As the old proverb states, familiarity breeds contempt, addiction of getting too used to something, makes the brain change, in that it gets less sensitive. The emotional responsiveness of an adverse event diminishes after repeated exposure. We live in a society that is paved with many occurrences and situations. They may range from simple environmental and family upbringing to violence in the societies we live in. Some experiences around us or in proximity can be traumatic and cause individuals to develop phobias. When such situations are repeated enough times, there is a possibility of people getting desensitized, a feeling of this is normal or people might consider it a part of healthy societal lives. People get desensitized to violent activities, physical and emotional abuse amongst other evils in the society.
According to a short period research conducted by Fanti., Vanman, Henrich, and Avraamides (2009), the results stated that when people are exposed to short-time videos or comic violent videos, with time, they, in fact, enjoy the scenes. They are neither sympathetic nor empathetic on the violence victim. Continual watching of such movies will make an individual less concerned or caring even when they hear of violent attacks or terrorism. Human beings are supposed to feel, care and be empathetic when fellow humans suffer in the face of violence. Frank McAndrew, a Psychology Professor at Knox College in Galesburg, McAndrew, who studies aggression in males, stated that the human brain is conditioned to pay attention to occurrences that are shocking and unexpected. Nonetheless, nowadays when it comes to violence in mass killings, it is getting to normalcy is our society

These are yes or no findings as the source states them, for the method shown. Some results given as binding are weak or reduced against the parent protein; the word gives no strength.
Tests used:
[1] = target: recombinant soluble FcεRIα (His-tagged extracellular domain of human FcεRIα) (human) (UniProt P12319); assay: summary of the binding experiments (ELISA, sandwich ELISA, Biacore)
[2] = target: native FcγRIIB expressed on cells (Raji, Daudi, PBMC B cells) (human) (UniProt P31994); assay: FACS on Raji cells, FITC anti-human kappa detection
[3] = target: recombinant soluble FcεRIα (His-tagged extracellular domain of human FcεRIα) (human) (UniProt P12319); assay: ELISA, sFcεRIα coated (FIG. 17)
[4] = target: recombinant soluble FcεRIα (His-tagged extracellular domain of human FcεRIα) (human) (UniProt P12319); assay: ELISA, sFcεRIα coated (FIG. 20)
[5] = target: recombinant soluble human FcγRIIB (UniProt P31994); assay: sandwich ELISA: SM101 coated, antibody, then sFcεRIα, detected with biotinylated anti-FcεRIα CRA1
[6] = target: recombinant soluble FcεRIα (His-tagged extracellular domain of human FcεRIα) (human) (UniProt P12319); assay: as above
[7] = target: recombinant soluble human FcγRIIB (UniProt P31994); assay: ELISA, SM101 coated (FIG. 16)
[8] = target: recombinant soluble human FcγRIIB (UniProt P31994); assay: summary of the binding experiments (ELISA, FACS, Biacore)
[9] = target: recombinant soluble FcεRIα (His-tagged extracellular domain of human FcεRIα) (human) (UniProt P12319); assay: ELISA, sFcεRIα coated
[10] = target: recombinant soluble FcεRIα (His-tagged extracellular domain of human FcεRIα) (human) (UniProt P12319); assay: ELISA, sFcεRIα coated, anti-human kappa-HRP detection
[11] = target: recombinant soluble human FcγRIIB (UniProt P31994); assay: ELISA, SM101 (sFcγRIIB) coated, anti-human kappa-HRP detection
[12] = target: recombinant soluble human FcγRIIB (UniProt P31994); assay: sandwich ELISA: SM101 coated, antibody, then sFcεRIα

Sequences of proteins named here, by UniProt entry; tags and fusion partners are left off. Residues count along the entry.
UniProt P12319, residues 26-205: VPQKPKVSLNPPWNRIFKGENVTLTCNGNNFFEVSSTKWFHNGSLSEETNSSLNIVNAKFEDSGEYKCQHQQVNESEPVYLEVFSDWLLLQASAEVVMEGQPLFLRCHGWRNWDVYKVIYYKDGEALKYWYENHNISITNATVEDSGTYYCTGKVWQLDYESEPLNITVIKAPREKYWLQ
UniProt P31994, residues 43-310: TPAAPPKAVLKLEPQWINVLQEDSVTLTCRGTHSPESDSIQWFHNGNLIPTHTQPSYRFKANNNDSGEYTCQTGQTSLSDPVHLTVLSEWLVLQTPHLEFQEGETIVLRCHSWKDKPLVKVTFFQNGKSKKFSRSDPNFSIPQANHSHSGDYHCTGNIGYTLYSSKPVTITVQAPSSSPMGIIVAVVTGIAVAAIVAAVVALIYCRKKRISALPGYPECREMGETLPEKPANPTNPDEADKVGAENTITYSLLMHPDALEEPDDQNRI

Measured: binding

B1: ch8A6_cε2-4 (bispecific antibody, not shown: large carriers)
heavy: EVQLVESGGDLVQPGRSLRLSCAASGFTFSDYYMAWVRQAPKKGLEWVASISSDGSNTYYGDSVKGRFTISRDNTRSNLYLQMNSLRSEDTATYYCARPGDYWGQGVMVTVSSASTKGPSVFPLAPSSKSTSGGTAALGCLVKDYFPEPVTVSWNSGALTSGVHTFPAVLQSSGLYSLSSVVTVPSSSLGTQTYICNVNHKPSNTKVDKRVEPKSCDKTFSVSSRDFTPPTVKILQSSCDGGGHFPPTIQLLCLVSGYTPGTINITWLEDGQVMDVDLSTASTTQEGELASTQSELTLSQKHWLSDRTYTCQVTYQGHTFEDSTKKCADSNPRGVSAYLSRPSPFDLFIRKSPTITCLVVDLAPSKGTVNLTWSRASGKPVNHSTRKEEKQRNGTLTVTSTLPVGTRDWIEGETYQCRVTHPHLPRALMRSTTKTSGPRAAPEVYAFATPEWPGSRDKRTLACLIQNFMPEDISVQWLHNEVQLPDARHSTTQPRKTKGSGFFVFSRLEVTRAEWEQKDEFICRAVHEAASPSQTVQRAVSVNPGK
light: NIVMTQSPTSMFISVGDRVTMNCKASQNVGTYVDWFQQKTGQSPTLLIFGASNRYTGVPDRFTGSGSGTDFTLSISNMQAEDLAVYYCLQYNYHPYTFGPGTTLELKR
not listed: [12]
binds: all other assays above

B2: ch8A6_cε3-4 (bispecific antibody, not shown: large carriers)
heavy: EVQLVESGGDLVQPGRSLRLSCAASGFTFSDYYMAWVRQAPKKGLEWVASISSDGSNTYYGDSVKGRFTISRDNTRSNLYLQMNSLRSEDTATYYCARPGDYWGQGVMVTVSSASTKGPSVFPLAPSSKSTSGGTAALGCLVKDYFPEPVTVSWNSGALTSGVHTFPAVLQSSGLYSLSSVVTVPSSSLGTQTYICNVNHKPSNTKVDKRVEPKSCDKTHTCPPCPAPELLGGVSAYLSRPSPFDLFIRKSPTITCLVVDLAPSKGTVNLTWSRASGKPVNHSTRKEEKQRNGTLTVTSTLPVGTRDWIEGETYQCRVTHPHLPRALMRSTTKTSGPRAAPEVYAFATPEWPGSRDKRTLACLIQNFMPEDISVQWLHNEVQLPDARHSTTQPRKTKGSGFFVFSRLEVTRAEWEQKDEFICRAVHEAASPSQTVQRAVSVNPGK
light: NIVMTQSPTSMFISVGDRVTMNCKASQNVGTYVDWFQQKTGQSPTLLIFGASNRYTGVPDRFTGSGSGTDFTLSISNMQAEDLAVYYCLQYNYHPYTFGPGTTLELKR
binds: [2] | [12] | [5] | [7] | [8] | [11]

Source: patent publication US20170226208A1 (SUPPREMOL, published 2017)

However, that is not the case in especially in most young people who spend countless hours watching movies on violence. It is such media coverage that some get desensitized to the extent they may overlook the effects of violence on victims. Further, in the extreme cases, such desensitization can lead to people being involved in terror groups and are okay with it. People in the United States of America have become a number of the mass shootings according to Congressional Research Report Service 2013. Such mass shootings have resulted in the death of more than 6 million annually. FBI released a report in 2014 stating that mass shootings have increased greatly since 2007. While that is not normal, people have been desensitized, and it 's hard to express compassion and empathy for the family of violence victims. It is inhuman when people get to that point of being insensitive to the pain and suffering of others as argued by Guo, Zheng, Wang, Zhu, Li, Wang ...and Yang, 2013). Long to be cognitive of the magnitude and extent suffering causes to the individual. They further suggested that desensitized people take long to be cognitive of the scope and extent of distress suffering people undergo. Normally functioning society, the people are guided by feelings of care and concern for others. This was evidenced by people who got engaged in violent games. That is the reason such ought not to be introduced to children at a younger age as according to research, such violent games and videos increase aggression and violence amongst even teenagers.